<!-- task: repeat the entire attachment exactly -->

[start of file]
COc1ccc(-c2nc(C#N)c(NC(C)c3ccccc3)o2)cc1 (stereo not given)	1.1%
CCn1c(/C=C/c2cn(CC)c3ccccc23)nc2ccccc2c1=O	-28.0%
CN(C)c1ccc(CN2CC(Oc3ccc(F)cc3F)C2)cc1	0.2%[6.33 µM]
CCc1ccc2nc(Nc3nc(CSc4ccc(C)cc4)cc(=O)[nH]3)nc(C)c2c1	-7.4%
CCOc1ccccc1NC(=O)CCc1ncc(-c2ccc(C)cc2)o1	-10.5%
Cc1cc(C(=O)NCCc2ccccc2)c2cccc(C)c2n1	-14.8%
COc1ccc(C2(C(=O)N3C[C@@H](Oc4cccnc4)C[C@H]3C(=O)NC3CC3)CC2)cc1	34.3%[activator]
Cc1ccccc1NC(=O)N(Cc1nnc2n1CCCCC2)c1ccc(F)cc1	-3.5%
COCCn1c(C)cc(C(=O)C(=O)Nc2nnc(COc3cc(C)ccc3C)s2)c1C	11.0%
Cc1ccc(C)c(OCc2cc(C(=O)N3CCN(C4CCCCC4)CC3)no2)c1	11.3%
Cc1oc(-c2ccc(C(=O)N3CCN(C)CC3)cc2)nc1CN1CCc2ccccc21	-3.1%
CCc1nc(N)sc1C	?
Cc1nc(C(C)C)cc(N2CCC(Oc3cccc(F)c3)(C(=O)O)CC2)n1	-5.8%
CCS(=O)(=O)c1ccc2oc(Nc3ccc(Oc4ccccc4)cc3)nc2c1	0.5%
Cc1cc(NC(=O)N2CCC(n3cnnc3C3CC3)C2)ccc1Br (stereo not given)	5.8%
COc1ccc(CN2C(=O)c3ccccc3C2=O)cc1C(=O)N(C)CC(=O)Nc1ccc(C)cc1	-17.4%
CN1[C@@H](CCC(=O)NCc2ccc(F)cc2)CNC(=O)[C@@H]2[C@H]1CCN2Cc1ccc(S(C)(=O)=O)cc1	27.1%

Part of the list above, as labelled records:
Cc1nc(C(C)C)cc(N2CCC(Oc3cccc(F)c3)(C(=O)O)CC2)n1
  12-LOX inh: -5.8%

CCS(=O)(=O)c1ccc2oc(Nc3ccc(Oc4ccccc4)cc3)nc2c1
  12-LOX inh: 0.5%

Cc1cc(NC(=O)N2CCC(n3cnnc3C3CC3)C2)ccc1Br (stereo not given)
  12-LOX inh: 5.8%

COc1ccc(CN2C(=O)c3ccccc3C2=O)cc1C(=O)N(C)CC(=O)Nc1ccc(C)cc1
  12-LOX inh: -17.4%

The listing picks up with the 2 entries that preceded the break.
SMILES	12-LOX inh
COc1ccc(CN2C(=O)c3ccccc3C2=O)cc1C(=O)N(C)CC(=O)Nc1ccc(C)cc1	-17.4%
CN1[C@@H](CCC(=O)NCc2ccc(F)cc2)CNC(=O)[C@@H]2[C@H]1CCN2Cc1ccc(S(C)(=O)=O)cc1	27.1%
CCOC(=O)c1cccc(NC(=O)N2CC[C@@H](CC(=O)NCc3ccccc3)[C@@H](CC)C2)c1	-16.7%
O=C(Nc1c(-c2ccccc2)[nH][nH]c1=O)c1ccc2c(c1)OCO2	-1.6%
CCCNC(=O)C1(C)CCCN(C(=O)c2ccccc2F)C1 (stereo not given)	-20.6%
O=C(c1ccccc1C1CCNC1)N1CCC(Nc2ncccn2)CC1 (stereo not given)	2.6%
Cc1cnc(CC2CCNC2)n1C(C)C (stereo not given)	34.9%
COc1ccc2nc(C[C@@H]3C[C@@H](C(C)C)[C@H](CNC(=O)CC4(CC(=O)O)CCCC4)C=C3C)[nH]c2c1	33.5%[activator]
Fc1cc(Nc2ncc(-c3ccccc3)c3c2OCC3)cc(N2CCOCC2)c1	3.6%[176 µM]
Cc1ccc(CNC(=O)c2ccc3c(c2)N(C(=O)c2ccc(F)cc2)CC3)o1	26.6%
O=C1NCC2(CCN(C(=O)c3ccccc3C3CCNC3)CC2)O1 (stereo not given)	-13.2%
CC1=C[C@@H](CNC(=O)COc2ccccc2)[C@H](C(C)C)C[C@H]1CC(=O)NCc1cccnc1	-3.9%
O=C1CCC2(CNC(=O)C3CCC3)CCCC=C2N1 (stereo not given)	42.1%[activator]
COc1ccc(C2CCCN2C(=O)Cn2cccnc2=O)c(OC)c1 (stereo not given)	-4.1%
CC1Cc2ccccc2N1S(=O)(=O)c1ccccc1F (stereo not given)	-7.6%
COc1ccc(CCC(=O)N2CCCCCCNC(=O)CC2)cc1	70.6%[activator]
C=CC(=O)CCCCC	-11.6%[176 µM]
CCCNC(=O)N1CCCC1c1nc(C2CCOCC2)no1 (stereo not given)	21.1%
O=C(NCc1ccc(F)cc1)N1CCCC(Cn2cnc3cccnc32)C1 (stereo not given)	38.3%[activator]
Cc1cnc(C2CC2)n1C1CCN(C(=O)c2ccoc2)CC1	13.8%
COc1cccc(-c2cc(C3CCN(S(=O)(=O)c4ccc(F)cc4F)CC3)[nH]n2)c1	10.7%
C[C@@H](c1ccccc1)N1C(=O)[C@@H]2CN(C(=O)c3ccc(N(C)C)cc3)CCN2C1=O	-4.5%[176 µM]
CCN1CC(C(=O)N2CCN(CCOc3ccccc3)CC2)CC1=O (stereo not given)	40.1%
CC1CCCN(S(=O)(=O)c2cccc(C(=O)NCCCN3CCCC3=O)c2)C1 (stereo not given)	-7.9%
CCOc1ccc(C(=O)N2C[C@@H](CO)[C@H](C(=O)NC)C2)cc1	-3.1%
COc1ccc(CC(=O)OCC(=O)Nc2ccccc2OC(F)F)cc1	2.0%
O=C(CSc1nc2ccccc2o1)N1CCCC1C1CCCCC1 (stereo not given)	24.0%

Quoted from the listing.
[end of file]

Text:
COc1ccc(-c2nc(C#N)c(NC(C)c3ccccc3)o2)cc1 (stereo not given)	1.1%
CCn1c(/C=C/c2cn(CC)c3ccccc23)nc2ccccc2c1=O	-28.0%
CN(C)c1ccc(CN2CC(Oc3ccc(F)cc3F)C2)cc1	0.2%[6.33 µM]
CCc1ccc2nc(Nc3nc(CSc4ccc(C)cc4)cc(=O)[nH]3)nc(C)c2c1	-7.4%
CCOc1ccccc1NC(=O)CCc1ncc(-c2ccc(C)cc2)o1	-10.5%
Cc1cc(C(=O)NCCc2ccccc2)c2cccc(C)c2n1	-14.8%
COc1ccc(C2(C(=O)N3C[C@@H](Oc4cccnc4)C[C@H]3C(=O)NC3CC3)CC2)cc1	34.3%[activator]
Cc1ccccc1NC(=O)N(Cc1nnc2n1CCCCC2)c1ccc(F)cc1	-3.5%
COCCn1c(C)cc(C(=O)C(=O)Nc2nnc(COc3cc(C)ccc3C)s2)c1C	11.0%
Cc1ccc(C)c(OCc2cc(C(=O)N3CCN(C4CCCCC4)CC3)no2)c1	11.3%
Cc1oc(-c2ccc(C(=O)N3CCN(C)CC3)cc2)nc1CN1CCc2ccccc21	-3.1%
CCc1nc(N)sc1C	?
Cc1nc(C(C)C)cc(N2CCC(Oc3cccc(F)c3)(C(=O)O)CC2)n1	-5.8%
CCS(=O)(=O)c1ccc2oc(Nc3ccc(Oc4ccccc4)cc3)nc2c1	0.5%
Cc1cc(NC(=O)N2CCC(n3cnnc3C3CC3)C2)ccc1Br (stereo not given)	5.8%
COc1ccc(CN2C(=O)c3ccccc3C2=O)cc1C(=O)N(C)CC(=O)Nc1ccc(C)cc1	-17.4%
CN1[C@@H](CCC(=O)NCc2ccc(F)cc2)CNC(=O)[C@@H]2[C@H]1CCN2Cc1ccc(S(C)(=O)=O)cc1	27.1%

Part of the list above, as labelled records:
Cc1nc(C(C)C)cc(N2CCC(Oc3cccc(F)c3)(C(=O)O)CC2)n1
  12-LOX inh: -5.8%

CCS(=O)(=O)c1ccc2oc(Nc3ccc(Oc4ccccc4)cc3)nc2c1
  12-LOX inh: 0.5%

Cc1cc(NC(=O)N2CCC(n3cnnc3C3CC3)C2)ccc1Br (stereo not given)
  12-LOX inh: 5.8%

COc1ccc(CN2C(=O)c3ccccc3C2=O)cc1C(=O)N(C)CC(=O)Nc1ccc(C)cc1
  12-LOX inh: -17.4%

The listing picks up with the 2 entries that preceded the break.
SMILES	12-LOX inh
COc1ccc(CN2C(=O)c3ccccc3C2=O)cc1C(=O)N(C)CC(=O)Nc1ccc(C)cc1	-17.4%
CN1[C@@H](CCC(=O)NCc2ccc(F)cc2)CNC(=O)[C@@H]2[C@H]1CCN2Cc1ccc(S(C)(=O)=O)cc1	27.1%
CCOC(=O)c1cccc(NC(=O)N2CC[C@@H](CC(=O)NCc3ccccc3)[C@@H](CC)C2)c1	-16.7%
O=C(Nc1c(-c2ccccc2)[nH][nH]c1=O)c1ccc2c(c1)OCO2	-1.6%
CCCNC(=O)C1(C)CCCN(C(=O)c2ccccc2F)C1 (stereo not given)	-20.6%
O=C(c1ccccc1C1CCNC1)N1CCC(Nc2ncccn2)CC1 (stereo not given)	2.6%
Cc1cnc(CC2CCNC2)n1C(C)C (stereo not given)	34.9%
COc1ccc2nc(C[C@@H]3C[C@@H](C(C)C)[C@H](CNC(=O)CC4(CC(=O)O)CCCC4)C=C3C)[nH]c2c1	33.5%[activator]
Fc1cc(Nc2ncc(-c3ccccc3)c3c2OCC3)cc(N2CCOCC2)c1	3.6%[176 µM]
Cc1ccc(CNC(=O)c2ccc3c(c2)N(C(=O)c2ccc(F)cc2)CC3)o1	26.6%
O=C1NCC2(CCN(C(=O)c3ccccc3C3CCNC3)CC2)O1 (stereo not given)	-13.2%
CC1=C[C@@H](CNC(=O)COc2ccccc2)[C@H](C(C)C)C[C@H]1CC(=O)NCc1cccnc1	-3.9%
O=C1CCC2(CNC(=O)C3CCC3)CCCC=C2N1 (stereo not given)	42.1%[activator]
COc1ccc(C2CCCN2C(=O)Cn2cccnc2=O)c(OC)c1 (stereo not given)	-4.1%
CC1Cc2ccccc2N1S(=O)(=O)c1ccccc1F (stereo not given)	-7.6%
COc1ccc(CCC(=O)N2CCCCCCNC(=O)CC2)cc1	70.6%[activator]
C=CC(=O)CCCCC	-11.6%[176 µM]
CCCNC(=O)N1CCCC1c1nc(C2CCOCC2)no1 (stereo not given)	21.1%
O=C(NCc1ccc(F)cc1)N1CCCC(Cn2cnc3cccnc32)C1 (stereo not given)	38.3%[activator]
Cc1cnc(C2CC2)n1C1CCN(C(=O)c2ccoc2)CC1	13.8%
COc1cccc(-c2cc(C3CCN(S(=O)(=O)c4ccc(F)cc4F)CC3)[nH]n2)c1	10.7%
C[C@@H](c1ccccc1)N1C(=O)[C@@H]2CN(C(=O)c3ccc(N(C)C)cc3)CCN2C1=O	-4.5%[176 µM]
CCN1CC(C(=O)N2CCN(CCOc3ccccc3)CC2)CC1=O (stereo not given)	40.1%
CC1CCCN(S(=O)(=O)c2cccc(C(=O)NCCCN3CCCC3=O)c2)C1 (stereo not given)	-7.9%
CCOc1ccc(C(=O)N2C[C@@H](CO)[C@H](C(=O)NC)C2)cc1	-3.1%
COc1ccc(CC(=O)OCC(=O)Nc2ccccc2OC(F)F)cc1	2.0%
O=C(CSc1nc2ccccc2o1)N1CCCC1C1CCCCC1 (stereo not given)	24.0%

Quoted from the listing.